Researching and writing about puritan poet Anne Bradstreet

Tuesday, May 22, 2012

Roger Williams’ Banishment

No portrait of Williams exists. This hypothetical
sketch was done in 1936.  This is how I
imagine him.
It’s Roger-Williams-time at last:  the enigmatic puritan whose views on justice were hundreds of years ahead of his time, and who was banished for them; a man drunk on the vision of the glory of God, and who nearly destroyed the fledgling community in Massachusetts.

  I try to pursue my research for this story by letting Anne’s own experience guide the timeline -- so I  research various people and events as Anne would have encountered them.  I should have turned to Williams before this, actually -- he was at Sempringham in the spring of 1629 --  but my Inner Historian has been kicking up a fuss about turning him into a character in a novel (as opposed to the Complex Elusive Historical Figure that he was).  But the deed must be done.  So here goes.

The first stop in Williams’ transformation into a character in a book is of course historical studies.  I have three scholarly works on Williams.  Oddly, they are all slender volumes.  History books not known for being slender.  History books are usually thick, as historians always seem to have plenty to say about stuff that you never wondered about wondering about.  A “short” history work runs around 250 pages.  Typical length is around 400 pages.  None of the Williams’ books top 200 pages.

Part of this is lack of material:  we know very little about his growing-up years, not even the precise year he was born.  I suspect the other part is the complexity and foreign quality of his theology; for the newcomer to puritan New England, it’s just hard to make heads or tails of exactly what everyone was so upset about.  (This is true of the Anne Hutchinson affair as well.)

It’s even hard for us to figure out if was he a Good Guy or a Bad Guy.  Was his banishment from Massachusetts an injustice, or not?  The problem is that Williams was kind of a nut -- as visionaries and forward-thinkers often are -- and he is much easier to get along with from a distance of 400 years than he would be if he were in our own time, sitting on a local school board for instance.

Even history textbooks can’t decide if he was a good guy or a bad guy.  Here’s some samples from my shelf:

From Out of Many:  
     "Williams believed in religious tolerance and the separation of church and state” -- good guy!
     "He also preached that the colonists had no absolute right to Indian land but must bargain for it in good faith” -- good guy!
     "These were considered to be dangerous ideas” -- bad, dumb other Puritans . . . 
     "and in 1636 Williams was banished from the colony.  With a group of his followers, he purchased land from the Indians and founded the town of Providence.” -- good guy!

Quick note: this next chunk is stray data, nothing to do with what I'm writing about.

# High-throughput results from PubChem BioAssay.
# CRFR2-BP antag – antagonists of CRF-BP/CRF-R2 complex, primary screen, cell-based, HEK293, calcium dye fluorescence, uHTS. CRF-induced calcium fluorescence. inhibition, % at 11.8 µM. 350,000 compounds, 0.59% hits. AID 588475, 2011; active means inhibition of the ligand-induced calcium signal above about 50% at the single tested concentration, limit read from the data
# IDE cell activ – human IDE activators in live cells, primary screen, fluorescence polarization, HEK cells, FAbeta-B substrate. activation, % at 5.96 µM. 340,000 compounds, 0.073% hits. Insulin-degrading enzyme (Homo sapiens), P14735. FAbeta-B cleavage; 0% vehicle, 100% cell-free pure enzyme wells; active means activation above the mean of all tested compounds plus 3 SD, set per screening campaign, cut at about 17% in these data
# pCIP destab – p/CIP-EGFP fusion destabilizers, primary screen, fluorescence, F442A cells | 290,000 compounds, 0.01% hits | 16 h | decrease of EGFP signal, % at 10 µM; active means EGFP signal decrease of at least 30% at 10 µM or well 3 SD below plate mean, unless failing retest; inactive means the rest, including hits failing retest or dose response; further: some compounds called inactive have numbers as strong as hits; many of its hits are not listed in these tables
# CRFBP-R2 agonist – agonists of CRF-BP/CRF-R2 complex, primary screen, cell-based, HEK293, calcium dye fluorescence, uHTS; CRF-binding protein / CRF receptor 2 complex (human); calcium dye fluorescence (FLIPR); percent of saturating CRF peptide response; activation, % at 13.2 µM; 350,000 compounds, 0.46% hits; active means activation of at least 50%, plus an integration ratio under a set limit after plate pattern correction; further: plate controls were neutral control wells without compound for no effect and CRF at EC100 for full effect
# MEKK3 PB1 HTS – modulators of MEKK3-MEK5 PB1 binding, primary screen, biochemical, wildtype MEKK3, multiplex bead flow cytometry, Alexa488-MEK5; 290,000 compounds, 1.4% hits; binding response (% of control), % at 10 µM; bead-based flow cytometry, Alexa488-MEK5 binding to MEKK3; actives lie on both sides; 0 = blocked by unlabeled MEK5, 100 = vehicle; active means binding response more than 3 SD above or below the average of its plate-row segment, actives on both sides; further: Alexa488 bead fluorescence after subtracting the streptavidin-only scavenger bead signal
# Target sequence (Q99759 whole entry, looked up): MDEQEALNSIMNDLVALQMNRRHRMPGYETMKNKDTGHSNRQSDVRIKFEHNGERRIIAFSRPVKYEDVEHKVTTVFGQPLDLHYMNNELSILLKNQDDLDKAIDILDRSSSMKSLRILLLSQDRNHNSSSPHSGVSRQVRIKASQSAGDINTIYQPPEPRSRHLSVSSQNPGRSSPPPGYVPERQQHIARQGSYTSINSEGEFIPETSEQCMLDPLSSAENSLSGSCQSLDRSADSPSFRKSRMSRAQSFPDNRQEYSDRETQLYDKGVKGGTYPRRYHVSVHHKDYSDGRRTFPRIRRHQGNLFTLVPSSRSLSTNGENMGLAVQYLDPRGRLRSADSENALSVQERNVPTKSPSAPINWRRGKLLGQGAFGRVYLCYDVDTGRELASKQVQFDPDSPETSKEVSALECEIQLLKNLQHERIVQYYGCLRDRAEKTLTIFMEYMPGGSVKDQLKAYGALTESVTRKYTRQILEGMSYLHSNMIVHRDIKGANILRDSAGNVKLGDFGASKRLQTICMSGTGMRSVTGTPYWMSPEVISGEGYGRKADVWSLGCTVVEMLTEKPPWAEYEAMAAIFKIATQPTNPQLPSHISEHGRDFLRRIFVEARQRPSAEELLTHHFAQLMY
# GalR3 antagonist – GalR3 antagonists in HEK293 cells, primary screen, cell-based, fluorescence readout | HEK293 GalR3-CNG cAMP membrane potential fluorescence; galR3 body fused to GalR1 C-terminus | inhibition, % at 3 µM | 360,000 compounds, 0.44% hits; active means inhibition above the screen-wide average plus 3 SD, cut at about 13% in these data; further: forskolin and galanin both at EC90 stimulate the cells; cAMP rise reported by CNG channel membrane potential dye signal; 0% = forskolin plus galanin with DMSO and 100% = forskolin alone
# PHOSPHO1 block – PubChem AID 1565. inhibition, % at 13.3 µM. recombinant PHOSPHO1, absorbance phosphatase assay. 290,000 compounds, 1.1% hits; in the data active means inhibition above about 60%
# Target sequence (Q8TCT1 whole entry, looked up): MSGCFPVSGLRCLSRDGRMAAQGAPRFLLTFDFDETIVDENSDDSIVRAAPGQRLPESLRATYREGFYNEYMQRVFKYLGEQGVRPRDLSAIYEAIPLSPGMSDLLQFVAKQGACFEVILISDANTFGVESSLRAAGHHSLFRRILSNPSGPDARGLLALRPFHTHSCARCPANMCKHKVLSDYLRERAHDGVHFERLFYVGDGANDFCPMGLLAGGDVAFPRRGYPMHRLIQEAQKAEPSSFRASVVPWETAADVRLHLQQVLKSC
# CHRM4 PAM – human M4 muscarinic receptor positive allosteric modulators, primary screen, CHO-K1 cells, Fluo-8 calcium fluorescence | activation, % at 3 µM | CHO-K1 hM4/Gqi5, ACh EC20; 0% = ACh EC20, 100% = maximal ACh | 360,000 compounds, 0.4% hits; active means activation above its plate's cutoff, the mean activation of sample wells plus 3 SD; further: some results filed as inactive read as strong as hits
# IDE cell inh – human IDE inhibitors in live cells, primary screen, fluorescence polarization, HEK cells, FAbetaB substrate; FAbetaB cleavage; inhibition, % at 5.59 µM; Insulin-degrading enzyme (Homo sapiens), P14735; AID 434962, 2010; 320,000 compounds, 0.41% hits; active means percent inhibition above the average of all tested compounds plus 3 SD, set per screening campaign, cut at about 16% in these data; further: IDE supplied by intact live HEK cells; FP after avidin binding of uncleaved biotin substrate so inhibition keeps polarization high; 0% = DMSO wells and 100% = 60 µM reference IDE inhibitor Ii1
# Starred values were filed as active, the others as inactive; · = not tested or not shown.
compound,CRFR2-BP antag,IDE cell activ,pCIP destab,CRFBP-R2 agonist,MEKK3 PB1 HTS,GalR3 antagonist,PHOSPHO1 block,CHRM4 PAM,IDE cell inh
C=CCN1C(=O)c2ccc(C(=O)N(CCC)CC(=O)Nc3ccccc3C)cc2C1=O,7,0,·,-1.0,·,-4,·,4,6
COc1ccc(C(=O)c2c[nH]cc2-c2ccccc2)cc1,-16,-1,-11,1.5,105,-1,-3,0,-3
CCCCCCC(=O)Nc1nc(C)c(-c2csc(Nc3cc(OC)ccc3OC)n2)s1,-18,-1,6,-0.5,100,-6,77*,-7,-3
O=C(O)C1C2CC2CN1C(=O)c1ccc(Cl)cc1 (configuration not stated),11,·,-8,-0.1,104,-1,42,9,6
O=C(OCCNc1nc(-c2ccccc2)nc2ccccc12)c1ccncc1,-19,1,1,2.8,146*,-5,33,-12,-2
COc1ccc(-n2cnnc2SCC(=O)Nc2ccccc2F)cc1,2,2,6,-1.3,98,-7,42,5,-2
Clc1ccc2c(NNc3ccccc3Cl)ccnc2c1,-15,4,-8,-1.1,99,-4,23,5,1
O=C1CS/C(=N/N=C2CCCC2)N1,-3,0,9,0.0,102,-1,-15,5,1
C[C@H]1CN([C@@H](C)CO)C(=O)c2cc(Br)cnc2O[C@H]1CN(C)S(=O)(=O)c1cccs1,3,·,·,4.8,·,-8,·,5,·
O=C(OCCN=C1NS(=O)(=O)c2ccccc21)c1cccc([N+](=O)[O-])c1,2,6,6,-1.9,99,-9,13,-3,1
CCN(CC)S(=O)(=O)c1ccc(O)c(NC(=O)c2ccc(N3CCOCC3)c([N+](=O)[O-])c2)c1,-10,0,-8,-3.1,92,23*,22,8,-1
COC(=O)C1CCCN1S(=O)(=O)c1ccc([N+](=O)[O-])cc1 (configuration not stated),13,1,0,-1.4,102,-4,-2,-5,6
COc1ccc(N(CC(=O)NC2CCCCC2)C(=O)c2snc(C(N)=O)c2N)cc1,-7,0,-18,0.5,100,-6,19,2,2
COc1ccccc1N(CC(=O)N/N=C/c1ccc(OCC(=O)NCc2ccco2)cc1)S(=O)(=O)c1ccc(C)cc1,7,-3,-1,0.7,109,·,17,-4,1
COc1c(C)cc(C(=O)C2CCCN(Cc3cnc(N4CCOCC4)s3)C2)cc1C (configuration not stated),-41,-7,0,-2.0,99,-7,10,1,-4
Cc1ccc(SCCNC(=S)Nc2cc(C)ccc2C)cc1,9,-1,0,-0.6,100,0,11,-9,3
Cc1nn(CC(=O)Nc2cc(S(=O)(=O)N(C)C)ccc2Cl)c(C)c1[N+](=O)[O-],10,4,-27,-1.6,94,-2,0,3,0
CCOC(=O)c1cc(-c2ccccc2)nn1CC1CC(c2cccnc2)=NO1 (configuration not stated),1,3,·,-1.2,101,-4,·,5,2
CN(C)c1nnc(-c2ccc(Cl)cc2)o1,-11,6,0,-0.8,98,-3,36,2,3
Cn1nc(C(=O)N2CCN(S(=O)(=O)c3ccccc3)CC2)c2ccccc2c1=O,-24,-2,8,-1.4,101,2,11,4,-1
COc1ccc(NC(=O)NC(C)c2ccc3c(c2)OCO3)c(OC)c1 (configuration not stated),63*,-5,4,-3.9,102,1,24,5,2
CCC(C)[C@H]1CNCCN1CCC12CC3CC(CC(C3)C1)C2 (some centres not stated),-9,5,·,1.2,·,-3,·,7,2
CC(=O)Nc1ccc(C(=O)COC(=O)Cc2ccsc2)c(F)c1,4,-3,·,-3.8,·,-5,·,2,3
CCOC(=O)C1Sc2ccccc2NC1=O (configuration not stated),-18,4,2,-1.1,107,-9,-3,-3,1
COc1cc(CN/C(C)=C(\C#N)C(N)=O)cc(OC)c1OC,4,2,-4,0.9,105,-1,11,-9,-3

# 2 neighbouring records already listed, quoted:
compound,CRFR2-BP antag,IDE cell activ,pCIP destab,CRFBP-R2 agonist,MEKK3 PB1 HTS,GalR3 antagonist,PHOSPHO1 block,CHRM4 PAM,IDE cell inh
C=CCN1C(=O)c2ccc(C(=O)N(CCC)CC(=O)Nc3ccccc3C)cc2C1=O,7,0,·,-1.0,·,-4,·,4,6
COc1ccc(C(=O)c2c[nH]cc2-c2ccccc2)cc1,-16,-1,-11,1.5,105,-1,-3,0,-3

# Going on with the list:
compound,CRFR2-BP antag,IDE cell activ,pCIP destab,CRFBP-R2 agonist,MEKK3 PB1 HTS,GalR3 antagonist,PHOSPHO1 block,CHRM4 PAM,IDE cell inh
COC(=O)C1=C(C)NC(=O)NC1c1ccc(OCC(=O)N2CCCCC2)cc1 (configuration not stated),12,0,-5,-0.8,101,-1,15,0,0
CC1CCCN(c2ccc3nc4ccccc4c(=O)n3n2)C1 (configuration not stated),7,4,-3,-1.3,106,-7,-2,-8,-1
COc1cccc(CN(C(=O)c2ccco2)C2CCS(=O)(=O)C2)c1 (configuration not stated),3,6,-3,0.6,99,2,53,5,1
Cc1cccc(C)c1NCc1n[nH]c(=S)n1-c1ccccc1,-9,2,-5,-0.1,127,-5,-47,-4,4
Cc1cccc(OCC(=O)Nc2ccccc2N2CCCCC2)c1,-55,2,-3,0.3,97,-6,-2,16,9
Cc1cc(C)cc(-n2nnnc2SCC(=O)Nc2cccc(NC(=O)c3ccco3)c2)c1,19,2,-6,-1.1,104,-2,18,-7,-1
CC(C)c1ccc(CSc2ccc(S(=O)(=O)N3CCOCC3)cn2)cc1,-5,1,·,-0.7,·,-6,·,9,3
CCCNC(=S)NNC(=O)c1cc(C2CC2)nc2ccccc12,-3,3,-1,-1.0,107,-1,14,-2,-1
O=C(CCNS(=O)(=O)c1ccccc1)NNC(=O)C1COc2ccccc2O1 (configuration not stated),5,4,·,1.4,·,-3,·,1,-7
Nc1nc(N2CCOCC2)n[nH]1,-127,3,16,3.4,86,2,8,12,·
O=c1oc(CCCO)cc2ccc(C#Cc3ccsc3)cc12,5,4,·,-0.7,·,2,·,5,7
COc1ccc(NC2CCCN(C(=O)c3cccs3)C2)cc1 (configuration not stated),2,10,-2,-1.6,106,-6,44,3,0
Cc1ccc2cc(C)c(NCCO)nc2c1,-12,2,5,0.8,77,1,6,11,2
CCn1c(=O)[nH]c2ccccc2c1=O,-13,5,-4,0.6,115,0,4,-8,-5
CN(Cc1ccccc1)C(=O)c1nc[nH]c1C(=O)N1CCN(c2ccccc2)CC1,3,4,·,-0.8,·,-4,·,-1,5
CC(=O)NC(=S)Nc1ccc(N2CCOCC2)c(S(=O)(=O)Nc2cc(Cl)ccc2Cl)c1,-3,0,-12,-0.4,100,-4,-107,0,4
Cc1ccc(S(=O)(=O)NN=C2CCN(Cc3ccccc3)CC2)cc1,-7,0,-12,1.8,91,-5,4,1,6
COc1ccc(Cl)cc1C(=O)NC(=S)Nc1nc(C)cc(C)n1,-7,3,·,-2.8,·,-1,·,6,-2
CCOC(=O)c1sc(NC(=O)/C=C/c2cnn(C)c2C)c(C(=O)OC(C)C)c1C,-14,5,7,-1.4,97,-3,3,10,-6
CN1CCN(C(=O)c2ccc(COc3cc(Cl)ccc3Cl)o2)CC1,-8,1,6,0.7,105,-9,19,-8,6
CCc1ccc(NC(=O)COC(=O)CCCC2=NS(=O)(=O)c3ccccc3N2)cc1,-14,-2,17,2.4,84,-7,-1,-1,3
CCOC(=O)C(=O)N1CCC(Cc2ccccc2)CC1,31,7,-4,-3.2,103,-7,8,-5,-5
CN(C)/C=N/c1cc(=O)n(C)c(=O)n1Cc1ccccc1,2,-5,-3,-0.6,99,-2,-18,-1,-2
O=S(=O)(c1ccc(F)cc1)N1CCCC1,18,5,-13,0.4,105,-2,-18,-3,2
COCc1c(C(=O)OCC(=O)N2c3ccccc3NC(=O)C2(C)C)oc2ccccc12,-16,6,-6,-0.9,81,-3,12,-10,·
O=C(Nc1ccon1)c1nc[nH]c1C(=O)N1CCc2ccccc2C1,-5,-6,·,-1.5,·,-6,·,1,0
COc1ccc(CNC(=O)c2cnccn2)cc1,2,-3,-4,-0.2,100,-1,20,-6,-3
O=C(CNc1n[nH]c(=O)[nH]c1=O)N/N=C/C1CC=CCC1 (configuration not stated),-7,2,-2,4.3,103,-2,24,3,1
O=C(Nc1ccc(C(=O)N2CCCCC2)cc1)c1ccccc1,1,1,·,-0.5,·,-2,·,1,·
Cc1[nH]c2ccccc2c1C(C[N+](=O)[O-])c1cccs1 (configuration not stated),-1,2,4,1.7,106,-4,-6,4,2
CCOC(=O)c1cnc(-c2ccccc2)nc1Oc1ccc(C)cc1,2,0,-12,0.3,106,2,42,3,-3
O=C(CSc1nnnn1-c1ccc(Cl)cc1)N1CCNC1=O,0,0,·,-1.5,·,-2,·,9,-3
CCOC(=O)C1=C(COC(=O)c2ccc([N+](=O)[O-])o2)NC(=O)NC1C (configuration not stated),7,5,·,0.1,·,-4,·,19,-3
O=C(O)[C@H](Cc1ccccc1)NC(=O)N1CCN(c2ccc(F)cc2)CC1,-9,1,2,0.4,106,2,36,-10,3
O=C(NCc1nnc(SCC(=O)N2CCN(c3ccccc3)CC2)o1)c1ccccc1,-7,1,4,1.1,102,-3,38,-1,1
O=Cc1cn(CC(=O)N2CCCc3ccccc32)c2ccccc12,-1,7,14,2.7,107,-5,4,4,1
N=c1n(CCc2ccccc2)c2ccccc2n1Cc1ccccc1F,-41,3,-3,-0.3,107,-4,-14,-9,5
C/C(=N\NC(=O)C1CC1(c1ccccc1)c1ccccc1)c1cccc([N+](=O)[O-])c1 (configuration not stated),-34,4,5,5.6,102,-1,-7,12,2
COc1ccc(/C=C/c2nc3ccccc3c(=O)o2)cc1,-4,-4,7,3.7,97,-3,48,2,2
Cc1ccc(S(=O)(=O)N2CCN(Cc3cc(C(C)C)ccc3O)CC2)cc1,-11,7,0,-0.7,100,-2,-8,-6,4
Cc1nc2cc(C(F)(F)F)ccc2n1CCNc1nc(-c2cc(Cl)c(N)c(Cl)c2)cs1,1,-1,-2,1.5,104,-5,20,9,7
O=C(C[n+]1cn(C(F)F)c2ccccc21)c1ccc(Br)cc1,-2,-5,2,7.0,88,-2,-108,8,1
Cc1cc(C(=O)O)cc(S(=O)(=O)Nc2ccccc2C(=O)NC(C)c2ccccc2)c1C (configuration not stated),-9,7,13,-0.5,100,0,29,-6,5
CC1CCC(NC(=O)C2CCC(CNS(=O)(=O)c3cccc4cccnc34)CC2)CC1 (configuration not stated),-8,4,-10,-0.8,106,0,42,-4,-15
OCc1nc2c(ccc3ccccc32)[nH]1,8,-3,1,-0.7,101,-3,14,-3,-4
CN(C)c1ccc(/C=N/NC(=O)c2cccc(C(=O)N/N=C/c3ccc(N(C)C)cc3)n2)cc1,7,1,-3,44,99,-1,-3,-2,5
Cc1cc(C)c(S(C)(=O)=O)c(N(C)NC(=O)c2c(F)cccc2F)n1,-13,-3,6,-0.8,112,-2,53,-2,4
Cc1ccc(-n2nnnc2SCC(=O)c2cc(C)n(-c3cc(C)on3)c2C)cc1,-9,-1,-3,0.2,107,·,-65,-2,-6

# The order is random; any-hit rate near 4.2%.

From Liberty, Equality, Power:  
     "Williams, who served briefly as Salem’s minister, was a Separatist  who refused to worship with anyone who did not explicity repudiate the Anglican Church.” Oooh, sounds pretty narrow  -- bad guy.
     "In 1636, after Williams challenged the king’s right as a Christian to grant Indian lands to anyone at all, the colony banished him.”  Um, the king’s right “as a Christian?"  What’s all that about?  (See, these poor undergrads get these hunks o’ history flung at them in some of these books -- you can tell there’s a lot to this story, and you get two sentences.)  But we’ll say good guy, because we like the Indians and we hate what happened to him.
    "He fled to Narragansett Bay with a few disciples and founded Providence.” -- anyone fleeing persecution has the sympathy of most Americans, so -- good guy.
     "He developed eloquent arguments for religious liberty and the complete separation of church and state.” -- good guy

America, a Narrative History: 
    “Williams' belief that a true church must include only those who had received God’s gift of grace led him eventually to the conclusion that no true church was possible, unless perhaps consisting of his wife and himself.” -- Aha.  Bad guy. Whack job.

Truth was, Boston in 1635 just wasn’t big enough to contain Roger Williams’ ideas, and Williams was temperamentally unable to work patiently to win people over to them.  The mighty tidal wave hit the immovable rock, with predictable results.  What most intrigues me about his story is, long after the shouting was over and he was gone, Williams maintained a friendly correspondence with one of his chief accusers, John Winthrop.  That fact alone, I think, says something about Williams’ appeal, even in his own time.  It makes me look forward to writing him.


  1. Well done! This is exactly what I have concluded about him as well.

  2. Sounds very interesting. I look forward to hearing more. Go Joyce Go!